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We've enshrined the purity, sanctity, value, and importance of bringing children into the world, yet we don't discuss death. There used to be an enshrined period where mourning was a necessary part of going through the process of grieving; death wasn't considered morbid or antisocial. But that's totally gone.
Getting over someone is a grieving process. You mourn the loss of the relationship, and that's only expedited by 'Out of sight, out of mind.' But when you walk outside and see them on a billboard or on TV or on the cover of a magazine, it reopens the wound. It's a high-class problem, but it's real.
The fire was followed by a period of grieving and then by an incredible lightness, freedom, and mobility.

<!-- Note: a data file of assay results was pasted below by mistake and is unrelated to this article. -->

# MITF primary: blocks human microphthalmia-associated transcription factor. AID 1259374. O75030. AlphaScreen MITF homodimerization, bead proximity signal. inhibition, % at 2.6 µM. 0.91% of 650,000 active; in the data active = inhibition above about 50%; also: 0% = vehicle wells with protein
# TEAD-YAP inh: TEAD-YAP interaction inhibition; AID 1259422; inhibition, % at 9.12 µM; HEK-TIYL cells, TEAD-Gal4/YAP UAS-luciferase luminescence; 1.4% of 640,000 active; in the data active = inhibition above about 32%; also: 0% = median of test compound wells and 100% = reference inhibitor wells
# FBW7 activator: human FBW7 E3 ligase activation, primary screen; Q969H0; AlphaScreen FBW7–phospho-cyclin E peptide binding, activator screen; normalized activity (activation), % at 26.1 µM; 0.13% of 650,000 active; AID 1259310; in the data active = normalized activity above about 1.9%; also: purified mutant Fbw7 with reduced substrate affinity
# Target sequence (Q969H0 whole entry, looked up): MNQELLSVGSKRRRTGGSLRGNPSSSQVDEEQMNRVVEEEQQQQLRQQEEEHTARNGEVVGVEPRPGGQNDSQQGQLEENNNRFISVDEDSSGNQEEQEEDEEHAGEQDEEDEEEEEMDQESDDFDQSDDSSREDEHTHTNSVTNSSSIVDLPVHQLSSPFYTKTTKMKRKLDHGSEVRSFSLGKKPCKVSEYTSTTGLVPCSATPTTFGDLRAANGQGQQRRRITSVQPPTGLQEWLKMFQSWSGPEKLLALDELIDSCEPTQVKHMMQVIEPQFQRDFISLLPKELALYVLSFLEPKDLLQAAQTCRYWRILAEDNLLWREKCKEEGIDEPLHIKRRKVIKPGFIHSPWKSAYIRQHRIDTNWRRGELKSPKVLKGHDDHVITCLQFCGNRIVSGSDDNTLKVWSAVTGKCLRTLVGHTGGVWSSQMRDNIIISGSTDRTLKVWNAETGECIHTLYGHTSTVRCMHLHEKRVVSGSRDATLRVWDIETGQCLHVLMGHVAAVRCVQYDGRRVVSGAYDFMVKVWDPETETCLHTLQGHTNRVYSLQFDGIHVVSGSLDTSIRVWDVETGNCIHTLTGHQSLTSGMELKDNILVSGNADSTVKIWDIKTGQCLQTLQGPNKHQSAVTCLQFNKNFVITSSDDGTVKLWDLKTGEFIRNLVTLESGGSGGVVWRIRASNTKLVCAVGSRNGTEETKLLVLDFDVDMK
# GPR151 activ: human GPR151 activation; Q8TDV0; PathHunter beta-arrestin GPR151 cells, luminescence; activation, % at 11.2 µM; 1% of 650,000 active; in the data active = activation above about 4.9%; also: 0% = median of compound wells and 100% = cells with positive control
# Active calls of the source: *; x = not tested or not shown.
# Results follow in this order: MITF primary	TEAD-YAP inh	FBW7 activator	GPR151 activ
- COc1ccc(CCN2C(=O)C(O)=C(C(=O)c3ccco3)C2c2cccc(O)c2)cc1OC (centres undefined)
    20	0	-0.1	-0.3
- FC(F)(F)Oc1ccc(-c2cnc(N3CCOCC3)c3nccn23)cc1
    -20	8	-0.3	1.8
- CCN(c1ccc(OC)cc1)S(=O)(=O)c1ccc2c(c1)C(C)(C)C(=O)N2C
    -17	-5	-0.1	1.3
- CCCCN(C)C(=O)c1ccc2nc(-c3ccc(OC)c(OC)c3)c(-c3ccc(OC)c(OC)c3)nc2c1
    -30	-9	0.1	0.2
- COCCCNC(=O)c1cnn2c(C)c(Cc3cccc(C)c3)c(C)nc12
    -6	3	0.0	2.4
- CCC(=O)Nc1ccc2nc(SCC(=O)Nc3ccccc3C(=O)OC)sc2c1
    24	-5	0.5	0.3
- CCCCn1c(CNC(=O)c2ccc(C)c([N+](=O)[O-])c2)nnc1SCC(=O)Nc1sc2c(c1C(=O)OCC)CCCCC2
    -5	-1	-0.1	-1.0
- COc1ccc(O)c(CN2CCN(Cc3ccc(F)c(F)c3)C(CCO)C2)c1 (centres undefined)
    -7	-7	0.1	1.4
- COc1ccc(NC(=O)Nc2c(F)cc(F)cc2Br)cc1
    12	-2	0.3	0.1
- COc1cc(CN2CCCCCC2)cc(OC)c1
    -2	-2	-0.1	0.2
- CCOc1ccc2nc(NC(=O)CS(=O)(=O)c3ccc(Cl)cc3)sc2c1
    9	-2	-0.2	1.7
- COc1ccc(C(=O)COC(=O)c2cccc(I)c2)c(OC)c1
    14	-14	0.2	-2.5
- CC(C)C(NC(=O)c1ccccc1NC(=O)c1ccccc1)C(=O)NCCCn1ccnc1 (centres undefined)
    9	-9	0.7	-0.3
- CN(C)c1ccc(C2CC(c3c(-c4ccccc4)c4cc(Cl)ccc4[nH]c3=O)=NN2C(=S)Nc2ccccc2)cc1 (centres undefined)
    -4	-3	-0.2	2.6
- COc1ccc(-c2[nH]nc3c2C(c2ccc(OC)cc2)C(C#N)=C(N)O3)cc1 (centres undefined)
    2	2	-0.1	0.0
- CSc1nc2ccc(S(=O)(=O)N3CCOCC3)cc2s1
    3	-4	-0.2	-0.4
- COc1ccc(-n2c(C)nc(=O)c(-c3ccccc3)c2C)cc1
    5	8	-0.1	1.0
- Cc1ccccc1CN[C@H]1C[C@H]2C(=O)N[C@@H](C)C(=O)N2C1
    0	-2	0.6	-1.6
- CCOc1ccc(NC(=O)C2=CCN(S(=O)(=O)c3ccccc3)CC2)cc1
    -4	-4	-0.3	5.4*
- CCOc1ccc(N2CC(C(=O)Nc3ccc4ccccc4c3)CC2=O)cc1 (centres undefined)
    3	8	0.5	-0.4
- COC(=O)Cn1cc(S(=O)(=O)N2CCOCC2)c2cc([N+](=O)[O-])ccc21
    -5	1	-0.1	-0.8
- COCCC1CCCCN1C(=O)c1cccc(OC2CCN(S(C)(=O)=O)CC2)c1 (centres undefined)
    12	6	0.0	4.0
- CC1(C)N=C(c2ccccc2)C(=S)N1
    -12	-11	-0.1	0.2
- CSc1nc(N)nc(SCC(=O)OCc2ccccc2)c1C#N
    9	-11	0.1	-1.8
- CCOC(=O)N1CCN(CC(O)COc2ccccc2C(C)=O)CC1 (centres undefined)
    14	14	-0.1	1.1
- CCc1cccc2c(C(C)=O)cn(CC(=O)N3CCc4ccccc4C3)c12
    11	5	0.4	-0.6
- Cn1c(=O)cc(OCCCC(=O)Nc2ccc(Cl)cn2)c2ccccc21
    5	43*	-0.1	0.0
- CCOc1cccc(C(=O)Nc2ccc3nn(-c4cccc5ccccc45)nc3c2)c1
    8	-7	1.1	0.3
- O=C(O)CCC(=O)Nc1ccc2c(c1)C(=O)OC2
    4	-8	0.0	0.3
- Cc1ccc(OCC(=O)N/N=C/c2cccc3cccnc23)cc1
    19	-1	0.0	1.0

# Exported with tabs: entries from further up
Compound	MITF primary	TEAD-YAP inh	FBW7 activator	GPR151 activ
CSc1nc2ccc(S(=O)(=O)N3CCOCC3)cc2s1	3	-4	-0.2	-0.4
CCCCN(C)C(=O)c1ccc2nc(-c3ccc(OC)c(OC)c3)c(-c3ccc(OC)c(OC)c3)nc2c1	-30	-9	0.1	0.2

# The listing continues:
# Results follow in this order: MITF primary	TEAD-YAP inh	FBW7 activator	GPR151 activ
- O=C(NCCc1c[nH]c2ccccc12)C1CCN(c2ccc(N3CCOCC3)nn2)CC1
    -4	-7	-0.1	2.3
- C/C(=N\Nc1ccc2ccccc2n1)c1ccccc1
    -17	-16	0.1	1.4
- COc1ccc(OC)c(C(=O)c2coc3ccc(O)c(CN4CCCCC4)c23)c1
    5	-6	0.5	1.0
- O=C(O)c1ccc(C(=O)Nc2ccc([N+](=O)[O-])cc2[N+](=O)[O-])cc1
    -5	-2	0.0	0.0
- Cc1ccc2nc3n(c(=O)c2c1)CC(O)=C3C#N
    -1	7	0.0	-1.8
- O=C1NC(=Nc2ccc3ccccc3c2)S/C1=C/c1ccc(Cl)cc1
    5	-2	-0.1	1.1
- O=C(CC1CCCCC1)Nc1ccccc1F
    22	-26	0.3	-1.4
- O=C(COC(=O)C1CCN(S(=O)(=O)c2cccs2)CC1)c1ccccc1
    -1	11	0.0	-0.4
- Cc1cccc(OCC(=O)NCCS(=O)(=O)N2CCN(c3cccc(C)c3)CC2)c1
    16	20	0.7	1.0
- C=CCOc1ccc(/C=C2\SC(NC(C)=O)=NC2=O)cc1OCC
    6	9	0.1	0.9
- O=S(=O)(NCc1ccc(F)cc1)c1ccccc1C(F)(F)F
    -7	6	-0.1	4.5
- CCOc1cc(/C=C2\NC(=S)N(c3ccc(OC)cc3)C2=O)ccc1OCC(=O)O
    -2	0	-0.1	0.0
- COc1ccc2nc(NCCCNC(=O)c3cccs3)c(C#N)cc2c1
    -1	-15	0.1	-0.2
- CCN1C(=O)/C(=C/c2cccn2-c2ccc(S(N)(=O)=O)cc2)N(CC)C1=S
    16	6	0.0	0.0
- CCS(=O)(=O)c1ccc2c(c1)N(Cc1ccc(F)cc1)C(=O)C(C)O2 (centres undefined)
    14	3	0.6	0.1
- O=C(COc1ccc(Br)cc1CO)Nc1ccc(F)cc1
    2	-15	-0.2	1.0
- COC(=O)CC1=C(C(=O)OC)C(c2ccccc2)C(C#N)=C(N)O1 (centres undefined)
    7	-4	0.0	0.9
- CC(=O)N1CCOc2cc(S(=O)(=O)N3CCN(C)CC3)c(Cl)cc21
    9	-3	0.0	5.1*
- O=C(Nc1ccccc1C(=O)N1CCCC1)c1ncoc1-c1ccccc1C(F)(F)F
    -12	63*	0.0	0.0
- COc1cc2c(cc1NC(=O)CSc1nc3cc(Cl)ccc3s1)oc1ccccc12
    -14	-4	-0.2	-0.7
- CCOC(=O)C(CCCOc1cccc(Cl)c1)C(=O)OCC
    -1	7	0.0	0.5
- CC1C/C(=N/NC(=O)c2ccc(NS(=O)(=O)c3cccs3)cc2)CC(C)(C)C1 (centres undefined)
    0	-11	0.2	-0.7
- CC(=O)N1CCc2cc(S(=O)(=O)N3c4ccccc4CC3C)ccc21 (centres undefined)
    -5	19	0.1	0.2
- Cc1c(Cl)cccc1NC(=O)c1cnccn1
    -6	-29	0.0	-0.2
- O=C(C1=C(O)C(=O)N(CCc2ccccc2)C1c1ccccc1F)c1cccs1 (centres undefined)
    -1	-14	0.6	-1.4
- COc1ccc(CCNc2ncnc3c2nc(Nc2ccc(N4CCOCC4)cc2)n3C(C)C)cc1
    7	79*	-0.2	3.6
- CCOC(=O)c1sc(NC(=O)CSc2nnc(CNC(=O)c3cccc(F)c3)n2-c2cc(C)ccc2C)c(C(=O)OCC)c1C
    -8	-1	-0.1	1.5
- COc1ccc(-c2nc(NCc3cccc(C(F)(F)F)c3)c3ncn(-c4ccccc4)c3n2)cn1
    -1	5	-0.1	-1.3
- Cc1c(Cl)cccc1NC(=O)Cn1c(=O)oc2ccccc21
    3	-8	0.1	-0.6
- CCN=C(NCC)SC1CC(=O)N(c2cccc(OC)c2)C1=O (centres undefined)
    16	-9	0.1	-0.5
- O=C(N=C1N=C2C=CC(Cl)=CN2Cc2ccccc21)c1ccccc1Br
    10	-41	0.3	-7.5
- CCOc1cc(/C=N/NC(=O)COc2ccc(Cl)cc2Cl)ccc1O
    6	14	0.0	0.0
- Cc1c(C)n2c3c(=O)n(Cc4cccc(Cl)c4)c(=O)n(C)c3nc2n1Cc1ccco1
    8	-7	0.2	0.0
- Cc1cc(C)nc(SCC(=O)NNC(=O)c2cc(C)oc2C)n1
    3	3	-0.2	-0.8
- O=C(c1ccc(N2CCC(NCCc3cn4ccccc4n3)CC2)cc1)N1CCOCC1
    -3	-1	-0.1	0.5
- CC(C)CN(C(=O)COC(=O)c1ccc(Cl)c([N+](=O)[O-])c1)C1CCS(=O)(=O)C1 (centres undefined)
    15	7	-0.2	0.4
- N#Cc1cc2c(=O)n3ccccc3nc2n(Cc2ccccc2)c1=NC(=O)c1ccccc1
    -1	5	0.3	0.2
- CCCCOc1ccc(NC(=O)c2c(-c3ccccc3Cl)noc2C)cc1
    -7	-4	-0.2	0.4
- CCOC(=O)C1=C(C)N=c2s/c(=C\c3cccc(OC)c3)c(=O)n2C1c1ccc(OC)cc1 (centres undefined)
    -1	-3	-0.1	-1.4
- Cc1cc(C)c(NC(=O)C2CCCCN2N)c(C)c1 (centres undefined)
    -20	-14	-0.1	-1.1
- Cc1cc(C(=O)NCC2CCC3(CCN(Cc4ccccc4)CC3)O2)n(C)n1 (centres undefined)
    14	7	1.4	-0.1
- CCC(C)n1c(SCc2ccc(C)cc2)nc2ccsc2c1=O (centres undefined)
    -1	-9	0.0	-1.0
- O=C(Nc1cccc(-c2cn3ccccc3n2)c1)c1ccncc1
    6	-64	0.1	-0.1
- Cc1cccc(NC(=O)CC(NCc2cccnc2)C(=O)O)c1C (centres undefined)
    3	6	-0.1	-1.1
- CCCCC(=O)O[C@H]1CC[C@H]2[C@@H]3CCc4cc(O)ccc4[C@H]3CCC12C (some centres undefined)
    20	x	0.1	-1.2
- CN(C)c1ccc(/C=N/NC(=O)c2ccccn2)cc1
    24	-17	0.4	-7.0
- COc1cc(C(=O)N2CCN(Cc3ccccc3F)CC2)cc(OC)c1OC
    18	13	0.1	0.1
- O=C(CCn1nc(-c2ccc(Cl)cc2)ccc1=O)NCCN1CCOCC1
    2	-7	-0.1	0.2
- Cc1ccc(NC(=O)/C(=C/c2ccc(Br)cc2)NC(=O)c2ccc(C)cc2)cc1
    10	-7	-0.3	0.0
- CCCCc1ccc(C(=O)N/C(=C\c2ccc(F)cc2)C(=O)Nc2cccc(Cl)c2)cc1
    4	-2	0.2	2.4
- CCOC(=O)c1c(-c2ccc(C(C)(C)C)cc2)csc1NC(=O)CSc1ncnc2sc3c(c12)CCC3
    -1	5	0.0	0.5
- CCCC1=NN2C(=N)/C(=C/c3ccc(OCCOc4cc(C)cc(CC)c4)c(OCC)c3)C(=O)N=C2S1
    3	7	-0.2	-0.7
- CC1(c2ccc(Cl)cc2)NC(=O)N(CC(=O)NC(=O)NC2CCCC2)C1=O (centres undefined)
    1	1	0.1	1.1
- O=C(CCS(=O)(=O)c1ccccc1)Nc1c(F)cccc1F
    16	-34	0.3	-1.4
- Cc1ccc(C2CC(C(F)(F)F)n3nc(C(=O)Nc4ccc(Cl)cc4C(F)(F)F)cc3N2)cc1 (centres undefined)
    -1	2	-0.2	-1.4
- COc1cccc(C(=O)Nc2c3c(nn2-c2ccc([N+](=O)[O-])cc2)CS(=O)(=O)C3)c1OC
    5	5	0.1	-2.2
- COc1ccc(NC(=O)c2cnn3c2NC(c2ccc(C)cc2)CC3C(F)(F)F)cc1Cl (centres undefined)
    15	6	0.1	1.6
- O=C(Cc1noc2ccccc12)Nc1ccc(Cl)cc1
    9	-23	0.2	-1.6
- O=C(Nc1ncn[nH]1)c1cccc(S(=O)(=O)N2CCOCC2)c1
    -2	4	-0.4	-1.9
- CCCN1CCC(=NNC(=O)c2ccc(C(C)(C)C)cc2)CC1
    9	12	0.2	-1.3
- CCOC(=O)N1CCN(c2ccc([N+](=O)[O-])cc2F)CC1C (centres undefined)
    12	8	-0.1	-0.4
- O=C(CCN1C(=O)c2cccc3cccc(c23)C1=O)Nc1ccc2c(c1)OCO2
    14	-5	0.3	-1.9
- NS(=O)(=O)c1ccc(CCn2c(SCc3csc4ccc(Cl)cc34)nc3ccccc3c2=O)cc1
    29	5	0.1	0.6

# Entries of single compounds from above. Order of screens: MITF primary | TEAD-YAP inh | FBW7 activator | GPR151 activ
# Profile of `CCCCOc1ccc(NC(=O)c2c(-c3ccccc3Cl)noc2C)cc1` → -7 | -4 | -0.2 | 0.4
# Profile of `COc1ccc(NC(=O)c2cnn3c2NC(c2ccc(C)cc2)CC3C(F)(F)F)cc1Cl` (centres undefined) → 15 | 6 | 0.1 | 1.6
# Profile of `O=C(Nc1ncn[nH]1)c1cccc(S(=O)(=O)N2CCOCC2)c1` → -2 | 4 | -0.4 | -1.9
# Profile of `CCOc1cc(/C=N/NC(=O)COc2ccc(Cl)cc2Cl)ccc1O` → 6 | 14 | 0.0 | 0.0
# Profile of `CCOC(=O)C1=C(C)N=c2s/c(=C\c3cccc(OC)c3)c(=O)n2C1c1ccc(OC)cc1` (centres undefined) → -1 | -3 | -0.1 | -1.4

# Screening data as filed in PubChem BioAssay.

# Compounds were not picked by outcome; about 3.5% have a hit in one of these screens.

Certainly, we all wonder what is beyond, and when you lose a loved one, I think part of the grieving process includes where that person might have gone or if you'll ever see them again. I think it forces you to look up to the sky, to the cosmos.
I don't believe in regretting - one should try to move on. My mum was good at that. She was deeply in love with my father, and he died when I was nine. She remarried, and her second husband died, too. I saw the grieving process she went through. My mother had this way of moving on. It was a fine trait.